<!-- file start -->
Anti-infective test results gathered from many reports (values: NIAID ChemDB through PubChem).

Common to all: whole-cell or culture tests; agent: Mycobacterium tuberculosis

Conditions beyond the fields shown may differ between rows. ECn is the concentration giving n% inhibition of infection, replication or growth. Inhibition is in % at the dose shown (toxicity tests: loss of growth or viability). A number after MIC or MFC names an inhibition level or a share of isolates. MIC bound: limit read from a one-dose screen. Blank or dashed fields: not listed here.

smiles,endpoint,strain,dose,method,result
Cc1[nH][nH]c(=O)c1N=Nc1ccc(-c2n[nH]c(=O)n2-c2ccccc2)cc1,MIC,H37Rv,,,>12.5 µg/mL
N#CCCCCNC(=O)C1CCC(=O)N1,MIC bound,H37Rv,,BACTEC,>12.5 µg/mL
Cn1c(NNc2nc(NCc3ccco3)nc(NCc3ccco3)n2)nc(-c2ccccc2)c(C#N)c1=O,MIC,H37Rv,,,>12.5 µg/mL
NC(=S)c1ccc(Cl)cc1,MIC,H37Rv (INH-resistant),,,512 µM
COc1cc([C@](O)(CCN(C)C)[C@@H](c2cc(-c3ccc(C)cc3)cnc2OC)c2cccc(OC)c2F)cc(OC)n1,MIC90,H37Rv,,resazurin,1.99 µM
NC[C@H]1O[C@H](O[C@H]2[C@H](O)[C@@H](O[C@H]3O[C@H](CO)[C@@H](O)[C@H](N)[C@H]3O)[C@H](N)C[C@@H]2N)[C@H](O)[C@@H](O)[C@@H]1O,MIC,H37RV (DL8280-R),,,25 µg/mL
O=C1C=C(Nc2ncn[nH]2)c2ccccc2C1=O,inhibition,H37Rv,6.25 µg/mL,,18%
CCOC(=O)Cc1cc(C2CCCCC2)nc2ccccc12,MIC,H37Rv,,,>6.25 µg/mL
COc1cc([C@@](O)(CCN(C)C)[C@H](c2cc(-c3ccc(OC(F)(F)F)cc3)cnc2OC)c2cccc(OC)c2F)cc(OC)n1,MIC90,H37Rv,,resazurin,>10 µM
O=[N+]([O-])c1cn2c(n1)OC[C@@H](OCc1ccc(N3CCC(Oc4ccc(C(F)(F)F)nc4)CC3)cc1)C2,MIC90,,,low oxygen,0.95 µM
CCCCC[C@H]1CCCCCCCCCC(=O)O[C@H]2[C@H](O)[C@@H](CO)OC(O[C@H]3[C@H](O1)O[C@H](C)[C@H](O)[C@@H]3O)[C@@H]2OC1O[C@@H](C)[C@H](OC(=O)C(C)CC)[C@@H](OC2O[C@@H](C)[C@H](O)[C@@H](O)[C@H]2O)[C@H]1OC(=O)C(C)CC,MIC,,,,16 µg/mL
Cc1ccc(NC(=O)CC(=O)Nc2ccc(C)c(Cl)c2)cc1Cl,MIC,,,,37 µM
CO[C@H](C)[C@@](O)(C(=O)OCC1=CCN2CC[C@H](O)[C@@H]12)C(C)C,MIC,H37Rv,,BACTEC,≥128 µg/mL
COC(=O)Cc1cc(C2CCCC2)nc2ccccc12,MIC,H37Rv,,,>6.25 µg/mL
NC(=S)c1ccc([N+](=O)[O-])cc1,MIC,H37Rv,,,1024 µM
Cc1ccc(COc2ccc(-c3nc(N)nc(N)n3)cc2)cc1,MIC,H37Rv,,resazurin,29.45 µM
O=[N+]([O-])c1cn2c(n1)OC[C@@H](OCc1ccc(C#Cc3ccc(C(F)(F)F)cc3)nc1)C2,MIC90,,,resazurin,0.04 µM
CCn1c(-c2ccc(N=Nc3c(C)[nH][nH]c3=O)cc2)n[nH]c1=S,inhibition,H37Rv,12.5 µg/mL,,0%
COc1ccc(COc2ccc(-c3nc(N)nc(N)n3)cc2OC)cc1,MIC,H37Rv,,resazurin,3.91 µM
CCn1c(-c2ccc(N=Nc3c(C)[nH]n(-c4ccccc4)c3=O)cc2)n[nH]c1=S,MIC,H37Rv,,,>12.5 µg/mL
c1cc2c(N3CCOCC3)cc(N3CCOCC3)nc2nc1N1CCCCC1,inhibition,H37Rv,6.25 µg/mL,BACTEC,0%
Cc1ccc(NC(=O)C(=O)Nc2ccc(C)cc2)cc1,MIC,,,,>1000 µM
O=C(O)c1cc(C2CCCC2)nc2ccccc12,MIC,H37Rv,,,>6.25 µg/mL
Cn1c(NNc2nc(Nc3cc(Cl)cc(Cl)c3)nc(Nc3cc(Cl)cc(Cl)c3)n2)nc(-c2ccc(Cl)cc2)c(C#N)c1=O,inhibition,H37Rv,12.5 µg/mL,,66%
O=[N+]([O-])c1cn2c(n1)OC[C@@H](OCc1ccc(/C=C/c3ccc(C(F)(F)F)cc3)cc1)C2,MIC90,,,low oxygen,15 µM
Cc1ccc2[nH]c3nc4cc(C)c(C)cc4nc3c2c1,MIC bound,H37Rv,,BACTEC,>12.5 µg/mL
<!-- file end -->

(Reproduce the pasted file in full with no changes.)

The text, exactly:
Anti-infective test results gathered from many reports (values: NIAID ChemDB through PubChem).

Common to all: whole-cell or culture tests; agent: Mycobacterium tuberculosis

Conditions beyond the fields shown may differ between rows. ECn is the concentration giving n% inhibition of infection, replication or growth. Inhibition is in % at the dose shown (toxicity tests: loss of growth or viability). A number after MIC or MFC names an inhibition level or a share of isolates. MIC bound: limit read from a one-dose screen. Blank or dashed fields: not listed here.

smiles,endpoint,strain,dose,method,result
Cc1[nH][nH]c(=O)c1N=Nc1ccc(-c2n[nH]c(=O)n2-c2ccccc2)cc1,MIC,H37Rv,,,>12.5 µg/mL
N#CCCCCNC(=O)C1CCC(=O)N1,MIC bound,H37Rv,,BACTEC,>12.5 µg/mL
Cn1c(NNc2nc(NCc3ccco3)nc(NCc3ccco3)n2)nc(-c2ccccc2)c(C#N)c1=O,MIC,H37Rv,,,>12.5 µg/mL
NC(=S)c1ccc(Cl)cc1,MIC,H37Rv (INH-resistant),,,512 µM
COc1cc([C@](O)(CCN(C)C)[C@@H](c2cc(-c3ccc(C)cc3)cnc2OC)c2cccc(OC)c2F)cc(OC)n1,MIC90,H37Rv,,resazurin,1.99 µM
NC[C@H]1O[C@H](O[C@H]2[C@H](O)[C@@H](O[C@H]3O[C@H](CO)[C@@H](O)[C@H](N)[C@H]3O)[C@H](N)C[C@@H]2N)[C@H](O)[C@@H](O)[C@@H]1O,MIC,H37RV (DL8280-R),,,25 µg/mL
O=C1C=C(Nc2ncn[nH]2)c2ccccc2C1=O,inhibition,H37Rv,6.25 µg/mL,,18%
CCOC(=O)Cc1cc(C2CCCCC2)nc2ccccc12,MIC,H37Rv,,,>6.25 µg/mL
COc1cc([C@@](O)(CCN(C)C)[C@H](c2cc(-c3ccc(OC(F)(F)F)cc3)cnc2OC)c2cccc(OC)c2F)cc(OC)n1,MIC90,H37Rv,,resazurin,>10 µM
O=[N+]([O-])c1cn2c(n1)OC[C@@H](OCc1ccc(N3CCC(Oc4ccc(C(F)(F)F)nc4)CC3)cc1)C2,MIC90,,,low oxygen,0.95 µM
CCCCC[C@H]1CCCCCCCCCC(=O)O[C@H]2[C@H](O)[C@@H](CO)OC(O[C@H]3[C@H](O1)O[C@H](C)[C@H](O)[C@@H]3O)[C@@H]2OC1O[C@@H](C)[C@H](OC(=O)C(C)CC)[C@@H](OC2O[C@@H](C)[C@H](O)[C@@H](O)[C@H]2O)[C@H]1OC(=O)C(C)CC,MIC,,,,16 µg/mL
Cc1ccc(NC(=O)CC(=O)Nc2ccc(C)c(Cl)c2)cc1Cl,MIC,,,,37 µM
CO[C@H](C)[C@@](O)(C(=O)OCC1=CCN2CC[C@H](O)[C@@H]12)C(C)C,MIC,H37Rv,,BACTEC,≥128 µg/mL
COC(=O)Cc1cc(C2CCCC2)nc2ccccc12,MIC,H37Rv,,,>6.25 µg/mL
NC(=S)c1ccc([N+](=O)[O-])cc1,MIC,H37Rv,,,1024 µM
Cc1ccc(COc2ccc(-c3nc(N)nc(N)n3)cc2)cc1,MIC,H37Rv,,resazurin,29.45 µM
O=[N+]([O-])c1cn2c(n1)OC[C@@H](OCc1ccc(C#Cc3ccc(C(F)(F)F)cc3)nc1)C2,MIC90,,,resazurin,0.04 µM
CCn1c(-c2ccc(N=Nc3c(C)[nH][nH]c3=O)cc2)n[nH]c1=S,inhibition,H37Rv,12.5 µg/mL,,0%
COc1ccc(COc2ccc(-c3nc(N)nc(N)n3)cc2OC)cc1,MIC,H37Rv,,resazurin,3.91 µM
CCn1c(-c2ccc(N=Nc3c(C)[nH]n(-c4ccccc4)c3=O)cc2)n[nH]c1=S,MIC,H37Rv,,,>12.5 µg/mL
c1cc2c(N3CCOCC3)cc(N3CCOCC3)nc2nc1N1CCCCC1,inhibition,H37Rv,6.25 µg/mL,BACTEC,0%
Cc1ccc(NC(=O)C(=O)Nc2ccc(C)cc2)cc1,MIC,,,,>1000 µM
O=C(O)c1cc(C2CCCC2)nc2ccccc12,MIC,H37Rv,,,>6.25 µg/mL
Cn1c(NNc2nc(Nc3cc(Cl)cc(Cl)c3)nc(Nc3cc(Cl)cc(Cl)c3)n2)nc(-c2ccc(Cl)cc2)c(C#N)c1=O,inhibition,H37Rv,12.5 µg/mL,,66%
O=[N+]([O-])c1cn2c(n1)OC[C@@H](OCc1ccc(/C=C/c3ccc(C(F)(F)F)cc3)cc1)C2,MIC90,,,low oxygen,15 µM
Cc1ccc2[nH]c3nc4cc(C)c(C)cc4nc3c2c1,MIC bound,H37Rv,,BACTEC,>12.5 µg/mL